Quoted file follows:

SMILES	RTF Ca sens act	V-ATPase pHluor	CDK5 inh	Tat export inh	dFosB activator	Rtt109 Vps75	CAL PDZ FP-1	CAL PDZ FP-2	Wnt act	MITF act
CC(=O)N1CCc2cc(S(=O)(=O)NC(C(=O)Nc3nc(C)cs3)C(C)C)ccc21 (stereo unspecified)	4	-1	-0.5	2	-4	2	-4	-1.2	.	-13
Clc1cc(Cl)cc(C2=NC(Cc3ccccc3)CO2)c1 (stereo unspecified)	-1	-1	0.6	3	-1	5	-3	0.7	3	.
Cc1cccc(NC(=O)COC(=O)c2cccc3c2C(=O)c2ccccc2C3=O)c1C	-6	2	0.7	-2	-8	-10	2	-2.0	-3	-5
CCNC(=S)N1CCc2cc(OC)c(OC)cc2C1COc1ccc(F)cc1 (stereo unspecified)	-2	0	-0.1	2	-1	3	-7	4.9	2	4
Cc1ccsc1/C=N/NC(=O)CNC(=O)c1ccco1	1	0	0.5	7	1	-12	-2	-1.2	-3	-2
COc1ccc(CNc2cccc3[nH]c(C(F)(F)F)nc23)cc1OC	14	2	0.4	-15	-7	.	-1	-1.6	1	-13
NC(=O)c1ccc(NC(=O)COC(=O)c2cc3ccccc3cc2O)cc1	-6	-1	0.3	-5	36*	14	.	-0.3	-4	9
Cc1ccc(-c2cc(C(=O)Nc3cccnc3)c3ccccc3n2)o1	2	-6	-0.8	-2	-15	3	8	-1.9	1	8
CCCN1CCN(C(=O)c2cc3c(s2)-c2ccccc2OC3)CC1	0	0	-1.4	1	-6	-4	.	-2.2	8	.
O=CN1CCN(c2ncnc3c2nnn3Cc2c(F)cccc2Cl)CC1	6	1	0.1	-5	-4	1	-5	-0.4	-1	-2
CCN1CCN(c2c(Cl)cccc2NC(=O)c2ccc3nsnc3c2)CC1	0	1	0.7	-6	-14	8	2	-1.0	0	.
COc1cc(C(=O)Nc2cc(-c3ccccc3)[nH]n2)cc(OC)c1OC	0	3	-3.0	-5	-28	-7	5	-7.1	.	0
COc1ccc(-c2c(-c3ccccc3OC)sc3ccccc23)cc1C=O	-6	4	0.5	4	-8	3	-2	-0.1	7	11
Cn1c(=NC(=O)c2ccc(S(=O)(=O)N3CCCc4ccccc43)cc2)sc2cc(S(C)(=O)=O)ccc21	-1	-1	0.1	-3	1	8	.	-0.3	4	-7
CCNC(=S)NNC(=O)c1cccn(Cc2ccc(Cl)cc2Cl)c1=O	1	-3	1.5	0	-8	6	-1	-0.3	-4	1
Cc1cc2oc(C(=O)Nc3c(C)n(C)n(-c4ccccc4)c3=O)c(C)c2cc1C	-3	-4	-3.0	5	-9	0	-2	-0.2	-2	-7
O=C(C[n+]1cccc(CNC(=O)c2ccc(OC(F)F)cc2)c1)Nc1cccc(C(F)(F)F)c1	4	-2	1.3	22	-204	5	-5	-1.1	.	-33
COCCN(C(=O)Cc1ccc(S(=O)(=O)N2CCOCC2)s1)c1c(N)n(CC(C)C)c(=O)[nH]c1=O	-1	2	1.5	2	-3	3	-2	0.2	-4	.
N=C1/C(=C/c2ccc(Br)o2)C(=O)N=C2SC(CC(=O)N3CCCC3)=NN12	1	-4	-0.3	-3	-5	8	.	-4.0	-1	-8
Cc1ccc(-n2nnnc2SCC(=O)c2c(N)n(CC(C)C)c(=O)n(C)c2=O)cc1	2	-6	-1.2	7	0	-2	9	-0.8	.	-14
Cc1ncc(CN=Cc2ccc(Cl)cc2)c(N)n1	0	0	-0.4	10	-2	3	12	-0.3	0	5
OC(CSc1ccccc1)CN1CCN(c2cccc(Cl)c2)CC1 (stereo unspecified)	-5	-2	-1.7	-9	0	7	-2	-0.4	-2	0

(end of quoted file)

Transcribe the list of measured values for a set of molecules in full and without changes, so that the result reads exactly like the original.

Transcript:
SMILES	RTF Ca sens act	V-ATPase pHluor	CDK5 inh	Tat export inh	dFosB activator	Rtt109 Vps75	CAL PDZ FP-1	CAL PDZ FP-2	Wnt act	MITF act
CC(=O)N1CCc2cc(S(=O)(=O)NC(C(=O)Nc3nc(C)cs3)C(C)C)ccc21 (stereo unspecified)	4	-1	-0.5	2	-4	2	-4	-1.2	.	-13
Clc1cc(Cl)cc(C2=NC(Cc3ccccc3)CO2)c1 (stereo unspecified)	-1	-1	0.6	3	-1	5	-3	0.7	3	.
Cc1cccc(NC(=O)COC(=O)c2cccc3c2C(=O)c2ccccc2C3=O)c1C	-6	2	0.7	-2	-8	-10	2	-2.0	-3	-5
CCNC(=S)N1CCc2cc(OC)c(OC)cc2C1COc1ccc(F)cc1 (stereo unspecified)	-2	0	-0.1	2	-1	3	-7	4.9	2	4
Cc1ccsc1/C=N/NC(=O)CNC(=O)c1ccco1	1	0	0.5	7	1	-12	-2	-1.2	-3	-2
COc1ccc(CNc2cccc3[nH]c(C(F)(F)F)nc23)cc1OC	14	2	0.4	-15	-7	.	-1	-1.6	1	-13
NC(=O)c1ccc(NC(=O)COC(=O)c2cc3ccccc3cc2O)cc1	-6	-1	0.3	-5	36*	14	.	-0.3	-4	9
Cc1ccc(-c2cc(C(=O)Nc3cccnc3)c3ccccc3n2)o1	2	-6	-0.8	-2	-15	3	8	-1.9	1	8
CCCN1CCN(C(=O)c2cc3c(s2)-c2ccccc2OC3)CC1	0	0	-1.4	1	-6	-4	.	-2.2	8	.
O=CN1CCN(c2ncnc3c2nnn3Cc2c(F)cccc2Cl)CC1	6	1	0.1	-5	-4	1	-5	-0.4	-1	-2
CCN1CCN(c2c(Cl)cccc2NC(=O)c2ccc3nsnc3c2)CC1	0	1	0.7	-6	-14	8	2	-1.0	0	.
COc1cc(C(=O)Nc2cc(-c3ccccc3)[nH]n2)cc(OC)c1OC	0	3	-3.0	-5	-28	-7	5	-7.1	.	0
COc1ccc(-c2c(-c3ccccc3OC)sc3ccccc23)cc1C=O	-6	4	0.5	4	-8	3	-2	-0.1	7	11
Cn1c(=NC(=O)c2ccc(S(=O)(=O)N3CCCc4ccccc43)cc2)sc2cc(S(C)(=O)=O)ccc21	-1	-1	0.1	-3	1	8	.	-0.3	4	-7
CCNC(=S)NNC(=O)c1cccn(Cc2ccc(Cl)cc2Cl)c1=O	1	-3	1.5	0	-8	6	-1	-0.3	-4	1
Cc1cc2oc(C(=O)Nc3c(C)n(C)n(-c4ccccc4)c3=O)c(C)c2cc1C	-3	-4	-3.0	5	-9	0	-2	-0.2	-2	-7
O=C(C[n+]1cccc(CNC(=O)c2ccc(OC(F)F)cc2)c1)Nc1cccc(C(F)(F)F)c1	4	-2	1.3	22	-204	5	-5	-1.1	.	-33
COCCN(C(=O)Cc1ccc(S(=O)(=O)N2CCOCC2)s1)c1c(N)n(CC(C)C)c(=O)[nH]c1=O	-1	2	1.5	2	-3	3	-2	0.2	-4	.
N=C1/C(=C/c2ccc(Br)o2)C(=O)N=C2SC(CC(=O)N3CCCC3)=NN12	1	-4	-0.3	-3	-5	8	.	-4.0	-1	-8
Cc1ccc(-n2nnnc2SCC(=O)c2c(N)n(CC(C)C)c(=O)n(C)c2=O)cc1	2	-6	-1.2	7	0	-2	9	-0.8	.	-14
Cc1ncc(CN=Cc2ccc(Cl)cc2)c(N)n1	0	0	-0.4	10	-2	3	12	-0.3	0	5
OC(CSc1ccccc1)CN1CCN(c2cccc(Cl)c2)CC1 (stereo unspecified)	-5	-2	-1.7	-9	0	7	-2	-0.4	-2	0